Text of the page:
James V. Schall, S.J. has written what I think is a good article called, On Redistributing Wealth.
From The Catholic Thing:
On Redistributing Wealth
By James V. Schall, S.J.
Greed, some say, is the main reason the poor are poor. It isn’t. We rarely take a close look at envy. Because someone is rich, it does not follow that he is therefore greedy. A poor man is free to be both greedy and envious. Envy is as much a generator of extra work as want, perhaps more so.
Mandeville’s famous notion, that our vices not our virtues cause prosperity, has a point. Usable wealth must first be produced and made available. The primary causes of wealth production are brains, effort, and virtue. The world was given to us in a raw state to see what we would do with it, yes, for one another.
At first sight, the oft-repeated lament that the world’s goods need to be “redistributed” for the benefit of the poor seems logical. Usually behind this apparently innocent approach is the idea of the limitation of the world’s “goods.” If the world’s resources are “limited,” then we need to establish a system of control of human behavior, of our “desires.”
The ideologues have been searching for centuries for this “moral” means to control human beings. Ecology is potentially the best thing ever to have happened to socialism and absolutism, as their advocates realize.
Moreover, it is claimed, we have to “save” the earth for “future generations.” How many future generations are never specified. Do we worry about the oil supply for the good folks, if there be any, in AD 4678? in AD 7842? in AD 11369? Besides wild guesses, how do we go about deciding what not to do today in order for us to be “just” to future generations?
The very proposition of “future generations” leaves out everything, including the eschatological question, about what we deal with in such future ages. We have no idea what they will need or have available. Who in 1900 thought that the computer, let alone the airplane, would be available in the year 2000, let alone be available to most anyone?
“The poor you will have with you always.”
(Christ in the House of Simon, by Dieric Bouts, c. 1445)
The fact is that we have no idea whether oil will be needed a thousand years hence or whether it will be the stuff that comes from some Arab sheikdom or the vast reserves in Dakota and Alberta. We imagine that the human race stops thinking two days after we are gone. Our passions for “earth-saving” are predicated on what we now know. Julian Simon used to delight in recording the panic predictions of our running out of this or that raw material, only to find that new supplies were found or new ways were discovered.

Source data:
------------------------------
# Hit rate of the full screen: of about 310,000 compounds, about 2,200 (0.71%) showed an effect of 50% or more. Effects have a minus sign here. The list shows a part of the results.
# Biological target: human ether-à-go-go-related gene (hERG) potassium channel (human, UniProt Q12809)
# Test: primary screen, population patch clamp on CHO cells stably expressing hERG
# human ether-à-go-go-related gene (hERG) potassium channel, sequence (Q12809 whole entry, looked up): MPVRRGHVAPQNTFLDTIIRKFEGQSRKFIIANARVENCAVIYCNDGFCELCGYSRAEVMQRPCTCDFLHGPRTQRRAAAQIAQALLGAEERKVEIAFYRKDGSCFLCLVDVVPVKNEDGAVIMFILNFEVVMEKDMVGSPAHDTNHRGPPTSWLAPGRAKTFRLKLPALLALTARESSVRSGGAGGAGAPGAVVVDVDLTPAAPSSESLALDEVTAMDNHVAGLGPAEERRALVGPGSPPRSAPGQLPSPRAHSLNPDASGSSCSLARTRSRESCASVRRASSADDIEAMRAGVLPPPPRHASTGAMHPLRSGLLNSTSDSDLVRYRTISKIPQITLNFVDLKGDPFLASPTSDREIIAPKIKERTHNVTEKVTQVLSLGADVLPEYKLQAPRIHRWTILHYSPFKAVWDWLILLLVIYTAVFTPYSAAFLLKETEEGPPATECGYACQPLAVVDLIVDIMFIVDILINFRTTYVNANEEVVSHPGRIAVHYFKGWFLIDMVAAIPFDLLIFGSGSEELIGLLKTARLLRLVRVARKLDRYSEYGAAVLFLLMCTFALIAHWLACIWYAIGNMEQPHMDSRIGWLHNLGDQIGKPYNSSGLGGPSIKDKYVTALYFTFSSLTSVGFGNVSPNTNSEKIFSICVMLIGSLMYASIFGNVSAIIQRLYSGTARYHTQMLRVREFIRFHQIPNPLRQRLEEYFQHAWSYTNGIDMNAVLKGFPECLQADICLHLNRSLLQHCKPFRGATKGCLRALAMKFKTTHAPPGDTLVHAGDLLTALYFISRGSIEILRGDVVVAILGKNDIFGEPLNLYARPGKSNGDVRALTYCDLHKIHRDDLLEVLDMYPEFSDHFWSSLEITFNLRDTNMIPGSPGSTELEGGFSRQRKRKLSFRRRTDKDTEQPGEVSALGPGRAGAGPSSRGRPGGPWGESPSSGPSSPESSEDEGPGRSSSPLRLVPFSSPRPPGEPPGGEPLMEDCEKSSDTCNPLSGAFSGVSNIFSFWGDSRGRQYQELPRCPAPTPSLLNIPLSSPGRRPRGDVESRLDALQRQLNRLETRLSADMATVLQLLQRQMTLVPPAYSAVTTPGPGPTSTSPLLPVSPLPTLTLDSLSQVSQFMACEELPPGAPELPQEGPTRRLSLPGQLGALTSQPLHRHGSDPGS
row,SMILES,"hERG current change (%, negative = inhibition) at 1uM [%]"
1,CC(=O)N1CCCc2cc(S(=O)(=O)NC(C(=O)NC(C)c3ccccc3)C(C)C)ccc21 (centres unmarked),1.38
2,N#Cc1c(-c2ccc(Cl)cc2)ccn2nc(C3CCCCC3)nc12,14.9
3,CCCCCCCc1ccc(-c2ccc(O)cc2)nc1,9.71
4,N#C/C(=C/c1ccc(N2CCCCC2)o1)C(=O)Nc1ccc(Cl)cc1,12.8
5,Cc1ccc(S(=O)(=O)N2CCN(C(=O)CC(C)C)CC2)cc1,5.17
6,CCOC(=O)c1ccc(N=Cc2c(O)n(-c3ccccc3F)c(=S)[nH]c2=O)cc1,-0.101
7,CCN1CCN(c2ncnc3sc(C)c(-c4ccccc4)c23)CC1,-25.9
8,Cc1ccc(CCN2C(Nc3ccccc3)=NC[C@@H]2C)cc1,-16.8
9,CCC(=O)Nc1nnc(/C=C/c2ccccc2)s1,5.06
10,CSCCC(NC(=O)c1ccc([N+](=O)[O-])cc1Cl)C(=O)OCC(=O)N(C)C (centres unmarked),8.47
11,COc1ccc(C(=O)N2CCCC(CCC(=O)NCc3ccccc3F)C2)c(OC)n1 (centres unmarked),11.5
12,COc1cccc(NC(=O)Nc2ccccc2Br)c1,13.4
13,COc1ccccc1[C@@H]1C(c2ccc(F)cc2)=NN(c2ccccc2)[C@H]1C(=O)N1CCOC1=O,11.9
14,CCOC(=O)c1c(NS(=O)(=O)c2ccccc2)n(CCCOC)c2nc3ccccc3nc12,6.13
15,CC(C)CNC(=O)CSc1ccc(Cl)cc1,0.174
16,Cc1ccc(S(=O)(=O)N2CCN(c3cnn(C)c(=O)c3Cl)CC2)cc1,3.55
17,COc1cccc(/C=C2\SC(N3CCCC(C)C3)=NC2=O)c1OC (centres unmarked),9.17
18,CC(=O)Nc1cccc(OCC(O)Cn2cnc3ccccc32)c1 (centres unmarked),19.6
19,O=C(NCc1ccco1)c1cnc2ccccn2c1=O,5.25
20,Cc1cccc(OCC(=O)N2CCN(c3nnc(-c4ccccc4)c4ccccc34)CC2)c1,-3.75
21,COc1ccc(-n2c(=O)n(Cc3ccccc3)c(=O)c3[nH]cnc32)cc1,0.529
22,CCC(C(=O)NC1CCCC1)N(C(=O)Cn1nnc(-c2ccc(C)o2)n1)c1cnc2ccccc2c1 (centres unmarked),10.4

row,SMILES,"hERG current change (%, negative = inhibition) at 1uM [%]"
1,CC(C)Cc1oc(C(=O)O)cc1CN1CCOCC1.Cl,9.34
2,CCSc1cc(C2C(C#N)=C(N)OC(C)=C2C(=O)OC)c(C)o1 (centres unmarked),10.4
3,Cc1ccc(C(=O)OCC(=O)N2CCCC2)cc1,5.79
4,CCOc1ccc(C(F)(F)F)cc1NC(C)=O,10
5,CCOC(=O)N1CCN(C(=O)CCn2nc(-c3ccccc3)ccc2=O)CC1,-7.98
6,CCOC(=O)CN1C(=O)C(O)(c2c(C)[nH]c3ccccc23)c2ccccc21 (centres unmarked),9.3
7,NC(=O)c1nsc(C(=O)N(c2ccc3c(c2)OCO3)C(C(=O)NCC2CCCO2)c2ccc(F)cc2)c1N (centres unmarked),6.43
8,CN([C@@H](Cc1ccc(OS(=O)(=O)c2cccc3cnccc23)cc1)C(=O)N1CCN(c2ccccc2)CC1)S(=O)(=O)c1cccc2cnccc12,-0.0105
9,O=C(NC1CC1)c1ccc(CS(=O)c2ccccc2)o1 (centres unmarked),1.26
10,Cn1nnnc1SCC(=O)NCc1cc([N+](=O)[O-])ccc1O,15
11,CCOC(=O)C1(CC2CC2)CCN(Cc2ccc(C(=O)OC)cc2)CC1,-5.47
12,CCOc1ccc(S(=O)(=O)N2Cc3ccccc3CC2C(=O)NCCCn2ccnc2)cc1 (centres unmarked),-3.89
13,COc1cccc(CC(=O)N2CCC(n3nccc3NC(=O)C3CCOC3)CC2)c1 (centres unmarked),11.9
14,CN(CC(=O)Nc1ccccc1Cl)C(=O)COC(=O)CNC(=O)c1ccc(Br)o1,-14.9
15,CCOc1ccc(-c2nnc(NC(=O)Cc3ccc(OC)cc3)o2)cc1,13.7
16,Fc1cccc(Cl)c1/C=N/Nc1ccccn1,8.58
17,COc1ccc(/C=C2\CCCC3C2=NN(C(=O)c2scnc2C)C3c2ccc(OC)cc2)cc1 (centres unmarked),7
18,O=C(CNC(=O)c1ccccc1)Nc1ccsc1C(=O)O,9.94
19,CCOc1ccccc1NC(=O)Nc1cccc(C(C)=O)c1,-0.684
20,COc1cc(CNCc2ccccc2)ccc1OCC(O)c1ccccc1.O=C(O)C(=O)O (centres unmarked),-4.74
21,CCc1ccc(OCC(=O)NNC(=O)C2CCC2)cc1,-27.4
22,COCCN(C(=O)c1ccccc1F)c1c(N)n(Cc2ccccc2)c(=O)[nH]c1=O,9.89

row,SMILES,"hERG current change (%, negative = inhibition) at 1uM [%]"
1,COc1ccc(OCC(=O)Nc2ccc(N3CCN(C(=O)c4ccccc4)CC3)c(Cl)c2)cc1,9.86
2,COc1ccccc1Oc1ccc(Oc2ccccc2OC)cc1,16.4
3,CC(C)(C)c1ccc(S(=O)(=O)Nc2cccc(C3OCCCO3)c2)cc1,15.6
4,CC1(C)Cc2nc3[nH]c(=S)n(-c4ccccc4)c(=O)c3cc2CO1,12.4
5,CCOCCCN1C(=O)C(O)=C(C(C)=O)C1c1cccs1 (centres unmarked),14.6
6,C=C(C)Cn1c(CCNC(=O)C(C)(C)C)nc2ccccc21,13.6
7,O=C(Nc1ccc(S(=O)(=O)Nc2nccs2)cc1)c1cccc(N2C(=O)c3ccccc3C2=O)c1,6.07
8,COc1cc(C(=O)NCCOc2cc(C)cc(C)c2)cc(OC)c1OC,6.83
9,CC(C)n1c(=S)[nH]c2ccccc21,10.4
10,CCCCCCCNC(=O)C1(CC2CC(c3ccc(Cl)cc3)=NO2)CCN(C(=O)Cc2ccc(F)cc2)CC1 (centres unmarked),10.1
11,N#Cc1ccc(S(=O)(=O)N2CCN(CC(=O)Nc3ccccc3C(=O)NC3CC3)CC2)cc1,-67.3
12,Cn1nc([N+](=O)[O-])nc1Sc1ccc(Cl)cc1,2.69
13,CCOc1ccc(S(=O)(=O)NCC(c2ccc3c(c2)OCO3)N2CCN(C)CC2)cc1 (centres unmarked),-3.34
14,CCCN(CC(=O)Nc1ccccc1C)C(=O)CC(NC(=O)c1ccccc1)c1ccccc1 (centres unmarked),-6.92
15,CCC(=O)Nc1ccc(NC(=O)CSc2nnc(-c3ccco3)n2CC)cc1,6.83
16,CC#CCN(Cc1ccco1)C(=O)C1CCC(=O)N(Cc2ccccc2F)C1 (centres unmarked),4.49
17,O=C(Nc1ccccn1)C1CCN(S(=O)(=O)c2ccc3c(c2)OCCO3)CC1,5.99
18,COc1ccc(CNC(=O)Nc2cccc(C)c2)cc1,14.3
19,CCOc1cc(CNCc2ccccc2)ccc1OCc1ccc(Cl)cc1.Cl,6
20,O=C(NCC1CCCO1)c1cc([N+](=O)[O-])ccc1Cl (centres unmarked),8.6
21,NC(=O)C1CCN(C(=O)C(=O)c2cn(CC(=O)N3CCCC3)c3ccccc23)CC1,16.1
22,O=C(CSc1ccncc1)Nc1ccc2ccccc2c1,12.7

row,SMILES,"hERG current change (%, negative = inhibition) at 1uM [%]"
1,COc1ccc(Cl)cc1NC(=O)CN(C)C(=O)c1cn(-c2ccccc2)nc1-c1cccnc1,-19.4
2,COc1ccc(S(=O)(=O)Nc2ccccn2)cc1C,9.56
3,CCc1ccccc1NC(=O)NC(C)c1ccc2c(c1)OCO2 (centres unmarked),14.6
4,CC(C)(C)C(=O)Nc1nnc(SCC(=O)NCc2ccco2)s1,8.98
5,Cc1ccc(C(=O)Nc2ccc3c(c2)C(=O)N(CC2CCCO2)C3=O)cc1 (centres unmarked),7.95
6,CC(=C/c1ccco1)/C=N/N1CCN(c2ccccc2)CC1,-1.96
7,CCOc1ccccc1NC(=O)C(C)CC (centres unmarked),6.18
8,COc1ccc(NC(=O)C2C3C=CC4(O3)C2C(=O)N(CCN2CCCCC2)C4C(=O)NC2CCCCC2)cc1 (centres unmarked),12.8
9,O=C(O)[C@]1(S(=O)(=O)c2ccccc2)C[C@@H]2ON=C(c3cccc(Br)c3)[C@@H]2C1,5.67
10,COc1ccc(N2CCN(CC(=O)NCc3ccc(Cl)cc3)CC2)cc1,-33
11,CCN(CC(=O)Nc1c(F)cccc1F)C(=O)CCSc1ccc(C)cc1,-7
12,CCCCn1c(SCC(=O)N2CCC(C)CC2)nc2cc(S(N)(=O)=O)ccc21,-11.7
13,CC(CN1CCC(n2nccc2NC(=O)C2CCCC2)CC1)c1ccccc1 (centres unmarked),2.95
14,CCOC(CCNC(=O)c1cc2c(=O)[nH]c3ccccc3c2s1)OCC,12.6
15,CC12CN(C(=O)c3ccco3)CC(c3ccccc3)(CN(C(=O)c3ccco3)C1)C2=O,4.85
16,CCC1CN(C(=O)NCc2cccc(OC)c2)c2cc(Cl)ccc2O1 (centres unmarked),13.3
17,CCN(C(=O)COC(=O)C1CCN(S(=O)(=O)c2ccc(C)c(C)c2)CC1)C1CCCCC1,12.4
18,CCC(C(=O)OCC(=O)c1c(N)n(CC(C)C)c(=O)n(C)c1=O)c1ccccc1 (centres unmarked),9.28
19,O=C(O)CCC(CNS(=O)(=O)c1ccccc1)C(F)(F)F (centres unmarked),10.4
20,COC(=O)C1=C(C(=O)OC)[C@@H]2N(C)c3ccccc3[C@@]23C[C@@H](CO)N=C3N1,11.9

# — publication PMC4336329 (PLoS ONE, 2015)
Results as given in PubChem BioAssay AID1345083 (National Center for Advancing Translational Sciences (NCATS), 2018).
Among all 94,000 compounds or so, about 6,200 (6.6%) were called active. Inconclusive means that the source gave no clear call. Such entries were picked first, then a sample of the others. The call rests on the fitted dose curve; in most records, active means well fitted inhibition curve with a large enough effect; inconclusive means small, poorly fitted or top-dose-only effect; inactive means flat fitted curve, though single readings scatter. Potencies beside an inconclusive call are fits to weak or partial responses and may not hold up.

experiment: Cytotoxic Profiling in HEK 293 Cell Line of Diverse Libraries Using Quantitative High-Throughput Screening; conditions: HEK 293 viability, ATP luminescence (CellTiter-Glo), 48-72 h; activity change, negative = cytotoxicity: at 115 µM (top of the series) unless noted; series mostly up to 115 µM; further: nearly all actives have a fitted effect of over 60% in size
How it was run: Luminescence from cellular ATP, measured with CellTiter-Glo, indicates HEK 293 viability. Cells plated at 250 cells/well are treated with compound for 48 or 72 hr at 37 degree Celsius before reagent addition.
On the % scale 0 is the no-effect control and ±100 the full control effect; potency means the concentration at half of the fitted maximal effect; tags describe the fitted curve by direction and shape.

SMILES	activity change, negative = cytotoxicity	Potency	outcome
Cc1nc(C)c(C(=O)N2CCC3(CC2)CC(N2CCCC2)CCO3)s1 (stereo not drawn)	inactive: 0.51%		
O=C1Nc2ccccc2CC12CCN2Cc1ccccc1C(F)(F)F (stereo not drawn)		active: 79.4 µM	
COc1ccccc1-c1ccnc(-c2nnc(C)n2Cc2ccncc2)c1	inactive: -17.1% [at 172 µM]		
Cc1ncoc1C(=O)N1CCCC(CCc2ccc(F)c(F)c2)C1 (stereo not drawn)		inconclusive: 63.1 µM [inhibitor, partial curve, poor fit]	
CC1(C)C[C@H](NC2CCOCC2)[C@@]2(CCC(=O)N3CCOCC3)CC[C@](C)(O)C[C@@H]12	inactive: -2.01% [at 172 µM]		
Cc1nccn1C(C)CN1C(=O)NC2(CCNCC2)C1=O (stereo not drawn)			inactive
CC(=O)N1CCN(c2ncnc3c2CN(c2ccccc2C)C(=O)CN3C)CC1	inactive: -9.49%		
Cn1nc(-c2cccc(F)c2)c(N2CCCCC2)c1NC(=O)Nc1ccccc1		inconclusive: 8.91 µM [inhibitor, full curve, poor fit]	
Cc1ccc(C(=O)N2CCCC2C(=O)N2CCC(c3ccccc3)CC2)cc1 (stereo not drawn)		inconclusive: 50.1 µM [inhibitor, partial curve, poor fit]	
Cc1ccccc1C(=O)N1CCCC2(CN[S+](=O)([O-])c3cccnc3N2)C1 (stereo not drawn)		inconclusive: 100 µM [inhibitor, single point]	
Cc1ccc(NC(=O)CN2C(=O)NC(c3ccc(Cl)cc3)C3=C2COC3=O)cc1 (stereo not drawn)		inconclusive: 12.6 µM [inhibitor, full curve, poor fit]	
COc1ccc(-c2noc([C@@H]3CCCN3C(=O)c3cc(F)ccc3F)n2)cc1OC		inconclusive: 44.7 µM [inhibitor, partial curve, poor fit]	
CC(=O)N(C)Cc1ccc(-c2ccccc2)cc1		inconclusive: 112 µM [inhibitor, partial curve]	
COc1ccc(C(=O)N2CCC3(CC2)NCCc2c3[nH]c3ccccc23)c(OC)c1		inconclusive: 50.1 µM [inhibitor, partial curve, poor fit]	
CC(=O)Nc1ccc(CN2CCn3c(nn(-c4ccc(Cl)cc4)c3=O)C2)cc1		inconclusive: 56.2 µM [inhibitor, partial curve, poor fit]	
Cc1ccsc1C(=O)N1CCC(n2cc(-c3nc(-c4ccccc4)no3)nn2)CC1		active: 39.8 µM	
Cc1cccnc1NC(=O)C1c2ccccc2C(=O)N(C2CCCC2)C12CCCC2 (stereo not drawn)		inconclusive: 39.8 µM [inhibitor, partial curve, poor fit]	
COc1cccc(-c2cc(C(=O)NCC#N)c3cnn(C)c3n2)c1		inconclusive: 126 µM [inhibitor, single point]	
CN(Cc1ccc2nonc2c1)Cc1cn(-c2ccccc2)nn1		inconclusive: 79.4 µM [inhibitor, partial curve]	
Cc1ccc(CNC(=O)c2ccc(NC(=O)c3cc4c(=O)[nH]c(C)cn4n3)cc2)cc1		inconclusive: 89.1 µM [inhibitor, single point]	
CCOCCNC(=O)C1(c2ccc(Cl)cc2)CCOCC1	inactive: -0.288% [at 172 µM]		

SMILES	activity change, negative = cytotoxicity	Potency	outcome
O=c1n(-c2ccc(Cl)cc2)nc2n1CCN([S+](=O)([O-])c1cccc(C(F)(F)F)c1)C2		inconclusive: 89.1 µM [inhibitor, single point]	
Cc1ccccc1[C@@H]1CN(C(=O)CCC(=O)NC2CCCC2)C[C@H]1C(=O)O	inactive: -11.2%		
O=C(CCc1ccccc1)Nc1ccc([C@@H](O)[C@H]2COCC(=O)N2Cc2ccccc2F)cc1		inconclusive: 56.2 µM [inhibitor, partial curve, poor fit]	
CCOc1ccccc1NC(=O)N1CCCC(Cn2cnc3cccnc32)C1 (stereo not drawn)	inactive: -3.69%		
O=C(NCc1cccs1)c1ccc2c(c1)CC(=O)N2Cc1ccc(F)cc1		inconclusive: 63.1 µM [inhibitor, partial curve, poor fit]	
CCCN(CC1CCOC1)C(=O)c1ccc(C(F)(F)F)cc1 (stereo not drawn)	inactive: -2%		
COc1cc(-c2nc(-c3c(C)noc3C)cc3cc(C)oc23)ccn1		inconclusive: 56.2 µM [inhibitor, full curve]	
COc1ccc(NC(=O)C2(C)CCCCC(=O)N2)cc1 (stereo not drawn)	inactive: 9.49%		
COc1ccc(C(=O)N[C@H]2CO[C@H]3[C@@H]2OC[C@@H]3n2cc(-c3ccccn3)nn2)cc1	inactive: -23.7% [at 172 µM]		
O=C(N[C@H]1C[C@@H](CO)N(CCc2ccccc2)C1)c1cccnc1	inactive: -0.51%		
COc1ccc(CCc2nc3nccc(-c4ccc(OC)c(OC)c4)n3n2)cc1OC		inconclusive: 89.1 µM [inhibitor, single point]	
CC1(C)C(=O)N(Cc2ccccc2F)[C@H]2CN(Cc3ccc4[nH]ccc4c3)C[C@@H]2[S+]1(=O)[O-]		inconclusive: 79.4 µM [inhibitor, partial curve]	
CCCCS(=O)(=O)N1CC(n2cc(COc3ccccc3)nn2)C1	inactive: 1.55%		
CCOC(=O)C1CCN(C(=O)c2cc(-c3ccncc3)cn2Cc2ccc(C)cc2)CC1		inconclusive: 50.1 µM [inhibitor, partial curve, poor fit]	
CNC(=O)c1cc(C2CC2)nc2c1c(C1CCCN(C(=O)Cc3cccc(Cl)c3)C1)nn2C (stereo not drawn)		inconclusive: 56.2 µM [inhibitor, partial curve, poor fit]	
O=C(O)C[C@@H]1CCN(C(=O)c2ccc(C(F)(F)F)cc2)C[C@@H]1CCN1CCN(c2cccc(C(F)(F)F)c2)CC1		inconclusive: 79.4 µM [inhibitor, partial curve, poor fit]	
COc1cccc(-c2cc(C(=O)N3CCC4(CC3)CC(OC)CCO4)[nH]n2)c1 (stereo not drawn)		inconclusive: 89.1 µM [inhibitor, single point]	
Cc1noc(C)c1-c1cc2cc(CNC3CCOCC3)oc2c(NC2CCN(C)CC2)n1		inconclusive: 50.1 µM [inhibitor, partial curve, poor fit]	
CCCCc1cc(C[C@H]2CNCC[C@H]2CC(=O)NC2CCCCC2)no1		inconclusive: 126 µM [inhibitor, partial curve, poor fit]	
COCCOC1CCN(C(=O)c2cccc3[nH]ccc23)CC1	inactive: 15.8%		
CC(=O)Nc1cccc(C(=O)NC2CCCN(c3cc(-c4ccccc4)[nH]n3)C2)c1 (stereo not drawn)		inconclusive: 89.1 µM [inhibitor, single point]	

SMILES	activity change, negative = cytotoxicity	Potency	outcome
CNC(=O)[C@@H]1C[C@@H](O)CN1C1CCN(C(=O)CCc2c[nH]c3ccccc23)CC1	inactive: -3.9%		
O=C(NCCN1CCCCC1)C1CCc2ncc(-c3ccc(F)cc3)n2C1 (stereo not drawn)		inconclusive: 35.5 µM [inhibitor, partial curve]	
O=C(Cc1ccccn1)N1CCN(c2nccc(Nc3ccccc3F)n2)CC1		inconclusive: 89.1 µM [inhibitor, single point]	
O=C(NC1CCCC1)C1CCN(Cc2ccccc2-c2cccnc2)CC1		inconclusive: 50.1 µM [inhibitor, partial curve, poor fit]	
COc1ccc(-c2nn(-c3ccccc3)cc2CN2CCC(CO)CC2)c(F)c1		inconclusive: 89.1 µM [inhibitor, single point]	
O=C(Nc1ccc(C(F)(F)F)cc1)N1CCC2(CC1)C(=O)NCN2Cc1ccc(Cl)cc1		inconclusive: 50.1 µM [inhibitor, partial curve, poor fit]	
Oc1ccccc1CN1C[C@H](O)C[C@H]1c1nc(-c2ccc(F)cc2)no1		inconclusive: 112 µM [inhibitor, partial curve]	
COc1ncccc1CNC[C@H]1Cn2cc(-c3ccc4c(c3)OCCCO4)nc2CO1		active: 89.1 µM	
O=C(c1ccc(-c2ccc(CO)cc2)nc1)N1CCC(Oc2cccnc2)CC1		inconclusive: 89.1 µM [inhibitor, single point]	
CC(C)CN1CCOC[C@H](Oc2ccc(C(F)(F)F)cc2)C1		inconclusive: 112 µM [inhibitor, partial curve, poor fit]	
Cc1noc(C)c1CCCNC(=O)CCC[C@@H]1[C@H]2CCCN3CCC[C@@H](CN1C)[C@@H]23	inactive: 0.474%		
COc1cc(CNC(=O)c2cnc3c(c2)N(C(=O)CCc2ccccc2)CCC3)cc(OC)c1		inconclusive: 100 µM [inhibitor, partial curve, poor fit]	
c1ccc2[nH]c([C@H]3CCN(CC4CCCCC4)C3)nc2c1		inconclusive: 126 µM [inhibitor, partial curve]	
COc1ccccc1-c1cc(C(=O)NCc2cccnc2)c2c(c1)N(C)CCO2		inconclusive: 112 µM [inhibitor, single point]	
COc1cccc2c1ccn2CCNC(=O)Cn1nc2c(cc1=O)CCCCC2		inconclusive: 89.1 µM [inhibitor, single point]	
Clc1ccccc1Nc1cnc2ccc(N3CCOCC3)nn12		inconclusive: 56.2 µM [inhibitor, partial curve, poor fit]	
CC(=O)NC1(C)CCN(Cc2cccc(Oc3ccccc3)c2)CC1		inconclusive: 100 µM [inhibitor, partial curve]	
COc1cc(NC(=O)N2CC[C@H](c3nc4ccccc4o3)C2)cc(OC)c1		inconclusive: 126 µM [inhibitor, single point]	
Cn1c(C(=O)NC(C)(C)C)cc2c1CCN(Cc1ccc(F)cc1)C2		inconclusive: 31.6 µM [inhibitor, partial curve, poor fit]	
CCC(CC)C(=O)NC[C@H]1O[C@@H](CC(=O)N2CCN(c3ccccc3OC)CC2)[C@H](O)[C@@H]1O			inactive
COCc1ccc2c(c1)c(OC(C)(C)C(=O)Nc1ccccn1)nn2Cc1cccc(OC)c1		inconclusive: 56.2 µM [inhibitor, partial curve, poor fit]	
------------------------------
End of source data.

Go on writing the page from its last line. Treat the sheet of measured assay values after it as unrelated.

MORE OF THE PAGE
America was said to be overcrowded when Columbus discovered it, even though the whole continent probably had fewer than a million inhabitants. If no knowledge exists on how to improve the productivity of the earth, as both Locke and Rousseau ironically saw, then we starve to death on what nature produces spontaneously.
Evidently, the Garden of Eden did not need much tilling. When Adam and Eve were tossed out, they had to work by the sweat of their brows. Yet they were instructed to have dominion over the earth. This command obviously meant that they were to use it for their purposes. The planet was meant to be populated and improved. That’s why they were told to increase and multiply.
Suppose, when oil or coal were first discovered that they were defined by some early save-the-earth politician. And that he convinced the folks at that time not to use these raw materials but to “save” them for future generations, like ours. Then at the last judgment, the Lord calls these worriers up and ask them what they did with their talent. They tell Him that they managed to prevent from being wasted the stores of oil and coal which the Lord had provided for future generations. In the meantime, folks lived in dire conditions. Like the man with one talent, the Lord would say to them, “Depart from me, just what did you think these stores were given to you for? Why do you think I gave you brains?”
If we took all the goods of the earth and “redistributed” them “equitably” on some basis (who gets what is always amusing to contemplate – usually the ones already in control will get more), everyone would be poorer, both the present rich and poor. The whole notion of “redistribution,” as Bertrand de Jouvenel wrote in his famous book, is wrong-headed.
If we really want to help the poor to become not poor, the first thing we must do is stop talking of “redistribution,” which is, at bottom, a branch of envy theory. We have to look elsewhere, at innovation, thrift, incentive, proportionate justice, virtue, markets, culture, and growth.
If we really are concerned with the poor, talk of “redistribution” is not worthy of us.